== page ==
Most parents know the battle over homework with a teenager all too well. You know why it’s important for students to do their homework on time, but it can be hard to convince your teenager of the benefits of doing homework. We have developed some strategies that you can use at home to help your teen complete their homework more smoothly.
Understand Your Student
The first thing to understand about this subject is that, as a parent, you need to understand why your teenager is not doing their homework. According to the Washington Post, when students refuse to do homework it is because they do not care about what their teachers think. Furthermore, “If you have a teen who is accustomed to not caring about what his teachers or you think, then he is immune to your punishments and rewards.”
To chip away at your student’s apathy, build your relationship with them. Ask if they can show you their favorite video game, or offer to go on a hike with them. Getting to know your teenager is important because they are just discovering who they are and how they fit into the world. If your teen knows that they are loved and supported by you, they will start to care about what you think of them.
Reach out to a Trusted Teacher
Another strategy to help your teen care more is to “personally reach out to a teacher whom your [teen] loves and respects, and ask for support,” according to the Washington Post. When students know that trusted adults are not giving up on them, their barriers start to drop and they let themselves care about school, and therefore care about doing homework.
If you’re feeling overwhelmed, know that everything will be ok. This is a relationship issue, and luckily those are relatively easy to fix. As yours and your teen’s relationship starts to improve, you will find yourself much closer to them and you will be able to trust them more.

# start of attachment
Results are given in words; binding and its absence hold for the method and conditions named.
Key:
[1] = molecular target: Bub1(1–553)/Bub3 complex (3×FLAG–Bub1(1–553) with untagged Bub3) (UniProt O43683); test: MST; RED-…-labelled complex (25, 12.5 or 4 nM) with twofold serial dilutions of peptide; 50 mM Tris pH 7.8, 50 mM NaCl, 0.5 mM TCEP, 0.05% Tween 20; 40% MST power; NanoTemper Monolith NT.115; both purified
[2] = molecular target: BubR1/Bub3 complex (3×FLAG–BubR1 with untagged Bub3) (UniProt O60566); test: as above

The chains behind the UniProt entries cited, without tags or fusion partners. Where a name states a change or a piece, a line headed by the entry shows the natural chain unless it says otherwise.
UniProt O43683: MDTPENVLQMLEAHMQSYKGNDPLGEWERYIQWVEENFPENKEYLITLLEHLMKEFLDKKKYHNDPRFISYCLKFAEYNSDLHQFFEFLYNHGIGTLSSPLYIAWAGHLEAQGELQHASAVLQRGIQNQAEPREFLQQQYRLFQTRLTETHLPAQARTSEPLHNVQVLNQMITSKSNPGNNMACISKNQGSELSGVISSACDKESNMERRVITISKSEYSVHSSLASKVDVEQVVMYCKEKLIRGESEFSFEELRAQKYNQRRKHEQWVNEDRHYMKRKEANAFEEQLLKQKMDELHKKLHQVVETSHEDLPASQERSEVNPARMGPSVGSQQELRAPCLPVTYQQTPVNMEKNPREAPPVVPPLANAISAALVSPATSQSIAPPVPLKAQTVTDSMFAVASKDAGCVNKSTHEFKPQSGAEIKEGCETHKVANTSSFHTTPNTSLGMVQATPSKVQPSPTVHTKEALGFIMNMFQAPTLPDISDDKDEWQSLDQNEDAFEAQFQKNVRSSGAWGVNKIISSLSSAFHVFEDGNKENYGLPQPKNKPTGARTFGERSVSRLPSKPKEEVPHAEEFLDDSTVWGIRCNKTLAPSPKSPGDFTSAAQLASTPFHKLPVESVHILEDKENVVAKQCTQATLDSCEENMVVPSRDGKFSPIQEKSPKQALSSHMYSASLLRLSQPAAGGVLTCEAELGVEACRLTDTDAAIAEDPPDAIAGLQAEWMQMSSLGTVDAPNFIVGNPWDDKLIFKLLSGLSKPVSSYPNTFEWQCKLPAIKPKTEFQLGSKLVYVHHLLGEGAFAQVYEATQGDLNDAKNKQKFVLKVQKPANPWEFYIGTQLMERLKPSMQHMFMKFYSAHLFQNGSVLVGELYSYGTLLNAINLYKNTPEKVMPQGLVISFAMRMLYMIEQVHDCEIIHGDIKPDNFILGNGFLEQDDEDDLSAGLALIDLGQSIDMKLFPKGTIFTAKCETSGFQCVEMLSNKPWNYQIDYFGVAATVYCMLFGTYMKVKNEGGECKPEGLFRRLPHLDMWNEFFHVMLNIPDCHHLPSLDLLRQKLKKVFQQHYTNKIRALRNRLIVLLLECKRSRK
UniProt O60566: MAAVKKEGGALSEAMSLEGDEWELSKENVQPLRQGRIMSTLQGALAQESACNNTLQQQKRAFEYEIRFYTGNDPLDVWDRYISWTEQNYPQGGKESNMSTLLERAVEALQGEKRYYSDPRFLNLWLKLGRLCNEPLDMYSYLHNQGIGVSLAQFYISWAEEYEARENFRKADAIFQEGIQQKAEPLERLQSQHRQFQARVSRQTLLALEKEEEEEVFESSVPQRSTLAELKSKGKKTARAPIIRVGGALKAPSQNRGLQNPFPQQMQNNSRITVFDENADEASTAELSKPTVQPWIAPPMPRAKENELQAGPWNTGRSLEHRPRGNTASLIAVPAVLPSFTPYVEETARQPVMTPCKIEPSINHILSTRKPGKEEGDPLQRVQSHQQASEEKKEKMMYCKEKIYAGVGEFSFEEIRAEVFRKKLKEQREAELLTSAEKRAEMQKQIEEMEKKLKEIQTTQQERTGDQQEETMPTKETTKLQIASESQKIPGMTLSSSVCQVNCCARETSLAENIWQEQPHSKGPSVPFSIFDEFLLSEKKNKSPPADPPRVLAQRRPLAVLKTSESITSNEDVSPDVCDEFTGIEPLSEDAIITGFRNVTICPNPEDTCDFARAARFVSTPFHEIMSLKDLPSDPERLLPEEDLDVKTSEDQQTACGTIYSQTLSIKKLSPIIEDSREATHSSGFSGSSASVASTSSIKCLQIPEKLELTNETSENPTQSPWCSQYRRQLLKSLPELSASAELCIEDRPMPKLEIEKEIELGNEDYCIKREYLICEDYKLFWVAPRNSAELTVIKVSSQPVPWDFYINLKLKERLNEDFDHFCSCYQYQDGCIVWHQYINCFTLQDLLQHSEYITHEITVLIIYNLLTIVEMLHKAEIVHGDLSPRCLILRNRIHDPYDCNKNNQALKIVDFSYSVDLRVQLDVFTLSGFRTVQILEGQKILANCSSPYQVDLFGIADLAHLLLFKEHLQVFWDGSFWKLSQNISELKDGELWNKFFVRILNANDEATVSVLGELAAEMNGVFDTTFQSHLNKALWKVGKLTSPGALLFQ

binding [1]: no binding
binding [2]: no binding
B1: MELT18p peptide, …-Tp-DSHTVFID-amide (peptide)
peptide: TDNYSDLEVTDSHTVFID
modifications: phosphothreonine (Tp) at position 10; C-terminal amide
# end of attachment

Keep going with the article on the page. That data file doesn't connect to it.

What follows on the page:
Set up a Structure around Homework
According to Empowering Parents, most students don’t do their homework because they are lacking the structure and discipline necessary to complete their work. As parents, you should try to structure your student’s evenings as much as possible. Schedule a time for your student to do at least an hour of academic time after school. Academic time is an hour where the student does homework or anything academic that will set them up to succeed in school. For example, imagine that your student only has 20 minutes worth of homework one night. The 40 remaining minutes of the academic time should be spent organizing their backpacks, cleaning out their email, etc.
Homework time should be a quiet time in the house. Siblings should not be watching TV or playing video games in the next room. The purpose of a quiet house during homework time is to eliminate distractions for your student.
Agree upon a structure for homework time after school when things are calm between you and your student. Write up the agreed upon schedule and post it in a central location like the refrigerator.
Some students are involved in extracurriculars, so their afternoons aren’t the same from one day to the next. We suggest writing out a schedule that may vary day to day, but should remain consistent week to week. Your student will benefit from routine and structure, so the more similar you can keep afternoons, the better.
Use a Public Place for Homework
Students are easily distracted when they do homework in their bedrooms. We recommend you encourage your student to do their homework at school whenever possible, or at a public place in the house. Doing homework in the kitchen, for example, is helpful for students because you are there to hold them accountable and make sure they are doing their work.
Using a public place for homework is also beneficial to the student because they are being held accountable to their homework without feeling like they’re being hovered over.
Another great resource for students is Untapped’s Homework Center. Our homework center is a distraction-free place where we have specialists in every subject to help your student. However, if your student doesn’t need help and just needs a quiet place to work, they will find a distraction-free and productive environment. To learn more about the Homework Center, click here.
Help Your Student Get Started
Task initiation is often one of students’ greatest challenges. Task initiation is the ability to sit down and start a task, even if you don’t want to do it. Parents can help their students with task initiation by starting the task with them. For example, you could help your student figure out their first two math problems in their homework. It is important to remember that you should only be getting your student started with the assignment, not finishing it for them.
These strategies all circulate around a central theme: create structure and expectations around homework. Don’t fight with your student about homework. Instead, agree on a structure together and hold them accountable to the routine they created with you. Frequently reassure your student that you are on their side and you want them to succeed. This will help break down some of your student’s barriers and make homework time more manageable.